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Album Review

One of the reasons Mission of Burma's small recorded oeuvre is so impressive is because it's so consistent — they released two singles, a six-cut EP, and a 12-song album in a four-year recording career, and there's not a song among them that isn't worth hearing. One of the band's secrets was a matter of strict quality control, and if you need any proof, just give a spin to Forget, a 12-song collection of demos and outtakes recorded between 1979 and 1982. While this disc isn't bad by any stretch of the imagination, it's not up to the standards of Signals, Calls and Marches or Vs.; the songs often seem to be repeating themes Mission of Burma explored elsewhere, and the performances (as well as the recording) lack the resonance of the band's studio work. (Superior versions of two of the songs, "Progress" and "Forget," appear as bonus tracks on the CD reissue of Vs., as if to offer further proof Forget doesn't capture the band at their peak.) But it's worth pointing out that Mission of Burma were among the best American bands of the 1980s, and the material on Forget would hardly convince anyone otherwise; the edges may be rough, but the intense and intelligent heart of Mission of Burma beats strong and clear on this disc, and given how little MOB material is available, practically anything is a welcome addition to the pantheon. If you loved Vs. or Signals, Calls and Marches, don't expect something on quite the same level, and if you've never heard Mission of Burma, you should pick up those records first. But anyone who is already familiar with this band's achievement will be happy to have Forget in their collection.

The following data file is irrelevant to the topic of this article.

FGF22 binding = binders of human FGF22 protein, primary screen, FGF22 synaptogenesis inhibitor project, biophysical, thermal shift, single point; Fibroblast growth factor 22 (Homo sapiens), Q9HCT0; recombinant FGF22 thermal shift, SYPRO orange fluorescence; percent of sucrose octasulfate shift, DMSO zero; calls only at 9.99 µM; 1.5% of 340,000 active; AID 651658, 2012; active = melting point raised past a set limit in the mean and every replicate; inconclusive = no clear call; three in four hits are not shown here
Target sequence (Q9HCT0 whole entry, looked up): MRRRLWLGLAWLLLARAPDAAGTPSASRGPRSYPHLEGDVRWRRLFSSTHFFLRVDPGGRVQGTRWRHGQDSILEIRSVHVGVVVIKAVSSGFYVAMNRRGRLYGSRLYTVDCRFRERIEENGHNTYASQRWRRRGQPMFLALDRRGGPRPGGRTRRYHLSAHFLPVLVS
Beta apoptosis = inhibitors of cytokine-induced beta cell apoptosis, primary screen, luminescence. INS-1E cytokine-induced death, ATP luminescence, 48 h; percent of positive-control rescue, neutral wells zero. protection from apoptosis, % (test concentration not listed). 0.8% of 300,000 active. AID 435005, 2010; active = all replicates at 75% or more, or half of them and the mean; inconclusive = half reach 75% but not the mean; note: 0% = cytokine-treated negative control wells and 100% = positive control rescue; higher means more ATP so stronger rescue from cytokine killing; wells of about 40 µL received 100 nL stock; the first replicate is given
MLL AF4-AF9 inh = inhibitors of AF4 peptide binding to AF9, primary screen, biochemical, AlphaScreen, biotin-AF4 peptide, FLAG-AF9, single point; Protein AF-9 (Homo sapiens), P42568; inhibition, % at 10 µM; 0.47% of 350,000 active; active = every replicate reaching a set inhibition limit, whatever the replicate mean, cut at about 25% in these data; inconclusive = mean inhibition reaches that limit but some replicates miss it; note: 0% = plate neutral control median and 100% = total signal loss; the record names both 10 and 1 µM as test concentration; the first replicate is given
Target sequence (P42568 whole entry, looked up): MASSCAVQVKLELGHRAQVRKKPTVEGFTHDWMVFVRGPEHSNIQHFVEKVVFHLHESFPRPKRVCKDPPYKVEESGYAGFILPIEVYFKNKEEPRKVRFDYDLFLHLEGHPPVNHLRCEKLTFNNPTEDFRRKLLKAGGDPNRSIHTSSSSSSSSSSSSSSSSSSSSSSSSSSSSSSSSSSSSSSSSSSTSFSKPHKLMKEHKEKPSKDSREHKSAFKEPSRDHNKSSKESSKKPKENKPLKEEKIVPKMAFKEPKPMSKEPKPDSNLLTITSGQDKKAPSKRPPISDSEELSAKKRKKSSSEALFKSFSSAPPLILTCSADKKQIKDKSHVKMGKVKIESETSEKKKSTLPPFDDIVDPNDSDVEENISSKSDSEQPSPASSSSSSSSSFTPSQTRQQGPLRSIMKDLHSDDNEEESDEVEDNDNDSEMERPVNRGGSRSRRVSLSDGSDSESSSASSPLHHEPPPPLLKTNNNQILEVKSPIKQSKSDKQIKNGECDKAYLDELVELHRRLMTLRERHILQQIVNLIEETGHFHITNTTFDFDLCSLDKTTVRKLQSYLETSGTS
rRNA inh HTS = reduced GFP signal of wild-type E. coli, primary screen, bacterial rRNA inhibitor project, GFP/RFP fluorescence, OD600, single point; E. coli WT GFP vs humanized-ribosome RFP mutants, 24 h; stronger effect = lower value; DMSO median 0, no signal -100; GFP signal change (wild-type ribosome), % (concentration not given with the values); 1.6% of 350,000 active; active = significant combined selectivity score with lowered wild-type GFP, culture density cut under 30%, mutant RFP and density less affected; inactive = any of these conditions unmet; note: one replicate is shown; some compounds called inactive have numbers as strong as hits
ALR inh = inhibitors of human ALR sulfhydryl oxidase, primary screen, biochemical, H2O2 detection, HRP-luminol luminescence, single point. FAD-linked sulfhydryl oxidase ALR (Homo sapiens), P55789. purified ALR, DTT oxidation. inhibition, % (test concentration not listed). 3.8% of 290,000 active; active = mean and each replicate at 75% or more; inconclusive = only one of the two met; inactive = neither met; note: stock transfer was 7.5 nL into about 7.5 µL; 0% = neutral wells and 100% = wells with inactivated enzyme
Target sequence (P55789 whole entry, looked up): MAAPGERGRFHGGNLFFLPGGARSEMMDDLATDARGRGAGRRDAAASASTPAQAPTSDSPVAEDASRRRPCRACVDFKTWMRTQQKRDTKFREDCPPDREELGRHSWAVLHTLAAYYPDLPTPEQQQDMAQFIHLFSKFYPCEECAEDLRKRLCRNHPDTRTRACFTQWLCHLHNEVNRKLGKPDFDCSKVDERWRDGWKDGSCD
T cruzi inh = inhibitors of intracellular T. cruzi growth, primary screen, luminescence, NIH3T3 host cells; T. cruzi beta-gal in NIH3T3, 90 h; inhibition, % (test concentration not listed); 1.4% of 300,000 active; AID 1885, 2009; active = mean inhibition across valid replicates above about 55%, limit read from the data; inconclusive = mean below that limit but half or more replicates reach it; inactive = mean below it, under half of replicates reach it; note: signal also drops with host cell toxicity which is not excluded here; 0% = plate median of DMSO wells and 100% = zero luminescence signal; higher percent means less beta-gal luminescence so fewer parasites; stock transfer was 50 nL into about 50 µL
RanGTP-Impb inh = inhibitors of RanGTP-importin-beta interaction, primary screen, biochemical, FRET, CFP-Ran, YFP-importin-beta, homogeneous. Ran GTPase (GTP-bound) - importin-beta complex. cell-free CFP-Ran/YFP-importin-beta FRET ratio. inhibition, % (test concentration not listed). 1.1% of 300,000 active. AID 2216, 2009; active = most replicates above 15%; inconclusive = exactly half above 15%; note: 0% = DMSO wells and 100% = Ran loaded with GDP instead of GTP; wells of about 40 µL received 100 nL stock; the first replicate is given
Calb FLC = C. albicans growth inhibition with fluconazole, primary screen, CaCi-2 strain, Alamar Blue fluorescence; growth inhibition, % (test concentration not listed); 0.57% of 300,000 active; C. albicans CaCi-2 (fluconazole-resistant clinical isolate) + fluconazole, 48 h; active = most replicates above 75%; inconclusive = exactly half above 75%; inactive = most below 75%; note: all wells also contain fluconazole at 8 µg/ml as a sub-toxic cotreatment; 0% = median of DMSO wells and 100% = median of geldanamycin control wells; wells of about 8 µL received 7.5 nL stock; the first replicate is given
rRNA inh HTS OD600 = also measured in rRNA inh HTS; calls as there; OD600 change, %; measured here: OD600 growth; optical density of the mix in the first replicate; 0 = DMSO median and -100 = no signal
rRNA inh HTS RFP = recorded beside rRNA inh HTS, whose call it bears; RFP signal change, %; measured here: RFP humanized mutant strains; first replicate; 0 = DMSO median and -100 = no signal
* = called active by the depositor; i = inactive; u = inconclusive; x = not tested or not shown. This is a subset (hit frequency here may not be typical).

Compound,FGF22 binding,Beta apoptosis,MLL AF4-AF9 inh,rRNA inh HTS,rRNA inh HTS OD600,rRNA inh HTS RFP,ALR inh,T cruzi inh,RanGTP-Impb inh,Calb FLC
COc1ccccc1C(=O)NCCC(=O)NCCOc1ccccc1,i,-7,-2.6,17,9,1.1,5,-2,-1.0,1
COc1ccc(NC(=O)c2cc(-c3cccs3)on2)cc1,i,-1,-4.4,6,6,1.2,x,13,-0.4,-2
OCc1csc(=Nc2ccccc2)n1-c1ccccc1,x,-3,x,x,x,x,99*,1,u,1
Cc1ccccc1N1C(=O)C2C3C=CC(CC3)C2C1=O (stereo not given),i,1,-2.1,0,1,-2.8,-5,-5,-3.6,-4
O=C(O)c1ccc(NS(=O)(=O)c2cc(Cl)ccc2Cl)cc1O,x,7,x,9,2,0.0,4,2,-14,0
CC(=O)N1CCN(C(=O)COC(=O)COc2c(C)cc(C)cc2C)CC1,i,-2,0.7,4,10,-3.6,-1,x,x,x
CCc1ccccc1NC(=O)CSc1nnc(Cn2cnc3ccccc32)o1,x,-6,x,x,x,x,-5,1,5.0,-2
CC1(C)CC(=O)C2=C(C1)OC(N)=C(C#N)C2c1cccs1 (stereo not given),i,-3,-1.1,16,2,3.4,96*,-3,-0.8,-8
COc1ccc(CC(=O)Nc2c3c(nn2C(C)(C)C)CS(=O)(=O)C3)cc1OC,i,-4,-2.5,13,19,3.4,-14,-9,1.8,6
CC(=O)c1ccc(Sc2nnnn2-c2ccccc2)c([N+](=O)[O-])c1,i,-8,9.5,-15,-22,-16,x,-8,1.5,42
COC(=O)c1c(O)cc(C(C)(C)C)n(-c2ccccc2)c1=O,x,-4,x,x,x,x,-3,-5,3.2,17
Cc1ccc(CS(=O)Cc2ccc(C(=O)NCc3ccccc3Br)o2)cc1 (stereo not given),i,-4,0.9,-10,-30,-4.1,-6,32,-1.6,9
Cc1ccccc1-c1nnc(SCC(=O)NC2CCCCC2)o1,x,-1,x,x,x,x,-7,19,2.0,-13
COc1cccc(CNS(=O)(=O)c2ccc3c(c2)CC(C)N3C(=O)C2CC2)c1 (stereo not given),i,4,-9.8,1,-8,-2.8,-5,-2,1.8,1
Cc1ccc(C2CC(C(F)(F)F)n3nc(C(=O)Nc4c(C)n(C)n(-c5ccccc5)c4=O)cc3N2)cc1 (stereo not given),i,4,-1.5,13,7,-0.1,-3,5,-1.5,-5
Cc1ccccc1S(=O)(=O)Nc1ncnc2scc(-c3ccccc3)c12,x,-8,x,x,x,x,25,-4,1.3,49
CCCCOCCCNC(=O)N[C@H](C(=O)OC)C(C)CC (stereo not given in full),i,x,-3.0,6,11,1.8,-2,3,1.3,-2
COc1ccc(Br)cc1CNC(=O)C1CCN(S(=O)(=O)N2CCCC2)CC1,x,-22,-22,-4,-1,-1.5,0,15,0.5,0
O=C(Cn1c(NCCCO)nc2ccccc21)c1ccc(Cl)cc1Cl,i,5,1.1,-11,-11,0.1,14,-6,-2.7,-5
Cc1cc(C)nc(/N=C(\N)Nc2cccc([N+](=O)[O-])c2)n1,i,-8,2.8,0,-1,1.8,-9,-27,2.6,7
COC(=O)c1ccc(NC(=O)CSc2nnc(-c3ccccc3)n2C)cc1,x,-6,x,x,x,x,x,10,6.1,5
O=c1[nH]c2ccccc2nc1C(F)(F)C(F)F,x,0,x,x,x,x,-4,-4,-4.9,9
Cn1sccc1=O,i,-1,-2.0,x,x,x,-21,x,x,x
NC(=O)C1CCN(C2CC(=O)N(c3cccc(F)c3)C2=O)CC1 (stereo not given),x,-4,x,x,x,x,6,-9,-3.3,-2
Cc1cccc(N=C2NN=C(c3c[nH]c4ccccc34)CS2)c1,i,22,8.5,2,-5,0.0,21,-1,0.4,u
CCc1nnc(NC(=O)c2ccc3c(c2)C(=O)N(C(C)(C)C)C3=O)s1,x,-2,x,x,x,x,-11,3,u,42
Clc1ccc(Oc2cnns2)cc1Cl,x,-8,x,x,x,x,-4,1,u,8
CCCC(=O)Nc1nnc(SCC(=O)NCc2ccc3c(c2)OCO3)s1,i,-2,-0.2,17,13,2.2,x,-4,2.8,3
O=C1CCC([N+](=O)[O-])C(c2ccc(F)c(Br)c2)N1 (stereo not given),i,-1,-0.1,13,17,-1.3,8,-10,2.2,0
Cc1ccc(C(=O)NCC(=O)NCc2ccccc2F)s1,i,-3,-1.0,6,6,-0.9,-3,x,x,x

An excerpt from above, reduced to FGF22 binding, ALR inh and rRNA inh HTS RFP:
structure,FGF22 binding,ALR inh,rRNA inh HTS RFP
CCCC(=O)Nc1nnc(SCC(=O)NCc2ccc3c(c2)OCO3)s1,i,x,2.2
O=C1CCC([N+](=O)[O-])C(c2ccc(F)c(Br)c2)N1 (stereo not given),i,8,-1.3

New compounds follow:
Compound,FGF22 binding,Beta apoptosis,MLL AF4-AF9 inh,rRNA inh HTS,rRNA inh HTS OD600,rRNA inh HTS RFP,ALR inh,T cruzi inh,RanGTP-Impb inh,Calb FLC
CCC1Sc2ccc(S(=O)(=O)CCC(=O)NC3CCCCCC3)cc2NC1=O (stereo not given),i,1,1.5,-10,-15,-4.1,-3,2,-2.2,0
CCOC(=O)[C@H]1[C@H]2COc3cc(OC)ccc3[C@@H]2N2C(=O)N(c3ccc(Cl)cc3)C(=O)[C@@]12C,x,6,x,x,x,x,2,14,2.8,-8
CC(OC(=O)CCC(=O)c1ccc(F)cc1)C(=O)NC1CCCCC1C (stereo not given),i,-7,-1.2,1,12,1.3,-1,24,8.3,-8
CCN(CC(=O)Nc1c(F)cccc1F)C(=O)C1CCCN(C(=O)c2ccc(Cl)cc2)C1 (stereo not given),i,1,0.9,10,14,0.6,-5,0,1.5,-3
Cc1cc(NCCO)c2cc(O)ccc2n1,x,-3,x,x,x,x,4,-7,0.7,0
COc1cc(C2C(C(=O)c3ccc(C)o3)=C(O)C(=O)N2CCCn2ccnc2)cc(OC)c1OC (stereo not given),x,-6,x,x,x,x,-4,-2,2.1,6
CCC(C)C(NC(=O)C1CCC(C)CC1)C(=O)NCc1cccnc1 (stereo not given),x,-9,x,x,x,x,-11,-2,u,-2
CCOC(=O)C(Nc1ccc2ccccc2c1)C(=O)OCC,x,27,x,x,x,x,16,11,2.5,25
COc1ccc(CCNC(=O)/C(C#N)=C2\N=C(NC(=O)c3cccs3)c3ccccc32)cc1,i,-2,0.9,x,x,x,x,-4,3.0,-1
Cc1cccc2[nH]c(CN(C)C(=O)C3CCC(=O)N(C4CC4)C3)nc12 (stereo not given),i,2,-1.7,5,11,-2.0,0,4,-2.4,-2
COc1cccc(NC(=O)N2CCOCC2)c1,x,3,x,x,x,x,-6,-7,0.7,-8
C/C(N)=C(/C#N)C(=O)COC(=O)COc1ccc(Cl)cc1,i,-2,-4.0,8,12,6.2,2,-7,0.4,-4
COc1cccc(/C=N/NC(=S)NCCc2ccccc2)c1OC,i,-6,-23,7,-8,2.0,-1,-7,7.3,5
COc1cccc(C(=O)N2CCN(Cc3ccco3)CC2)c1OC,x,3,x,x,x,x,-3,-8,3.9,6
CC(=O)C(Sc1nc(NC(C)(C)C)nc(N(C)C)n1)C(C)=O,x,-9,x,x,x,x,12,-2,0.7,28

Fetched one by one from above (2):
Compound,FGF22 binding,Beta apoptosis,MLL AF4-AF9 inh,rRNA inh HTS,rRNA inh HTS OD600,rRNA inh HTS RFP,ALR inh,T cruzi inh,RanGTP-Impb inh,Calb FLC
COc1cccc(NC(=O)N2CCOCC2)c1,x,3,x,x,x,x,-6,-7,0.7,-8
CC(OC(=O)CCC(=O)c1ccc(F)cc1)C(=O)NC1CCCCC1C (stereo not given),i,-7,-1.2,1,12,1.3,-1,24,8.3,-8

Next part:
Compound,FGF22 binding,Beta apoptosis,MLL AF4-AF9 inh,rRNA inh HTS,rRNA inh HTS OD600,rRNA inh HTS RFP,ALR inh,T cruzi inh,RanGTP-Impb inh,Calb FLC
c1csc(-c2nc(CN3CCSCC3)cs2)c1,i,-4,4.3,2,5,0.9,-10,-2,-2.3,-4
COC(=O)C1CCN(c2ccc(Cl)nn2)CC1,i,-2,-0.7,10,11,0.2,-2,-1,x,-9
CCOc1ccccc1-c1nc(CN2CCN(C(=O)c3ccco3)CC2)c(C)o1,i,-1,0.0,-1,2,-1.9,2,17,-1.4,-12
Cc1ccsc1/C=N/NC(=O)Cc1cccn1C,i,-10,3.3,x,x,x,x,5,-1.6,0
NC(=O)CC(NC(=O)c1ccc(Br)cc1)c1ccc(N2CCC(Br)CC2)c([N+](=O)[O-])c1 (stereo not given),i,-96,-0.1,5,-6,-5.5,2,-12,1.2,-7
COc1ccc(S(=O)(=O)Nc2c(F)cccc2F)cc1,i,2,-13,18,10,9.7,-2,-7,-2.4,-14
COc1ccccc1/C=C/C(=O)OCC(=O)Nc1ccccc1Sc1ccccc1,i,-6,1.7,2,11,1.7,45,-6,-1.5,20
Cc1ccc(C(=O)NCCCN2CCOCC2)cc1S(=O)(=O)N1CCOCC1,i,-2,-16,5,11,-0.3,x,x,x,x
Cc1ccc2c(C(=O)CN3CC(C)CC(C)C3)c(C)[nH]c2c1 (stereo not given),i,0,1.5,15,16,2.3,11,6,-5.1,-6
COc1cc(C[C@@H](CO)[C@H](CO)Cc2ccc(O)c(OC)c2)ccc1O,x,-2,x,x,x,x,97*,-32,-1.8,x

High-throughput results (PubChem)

Formed: 1980 in Boston, MA

Genre: Alternative

Years Active: '80s, '00s, '10s

Of all the punk-inspired bands that came out of Boston in the early '80s, none were better than Mission of Burma. Arty without being too pretentious, capable of writing gripping songs and playing with ferocious intensity, guitarist Roger Miller, bassist Clint Conley, drummer Peter Prescott, and tape head Martin Swope galvanized the city's alternative rock scene, and despite a too-short existence, set a standard for excellence that has rarely been equalled -- a standard the band upheld when they unexpectedly...
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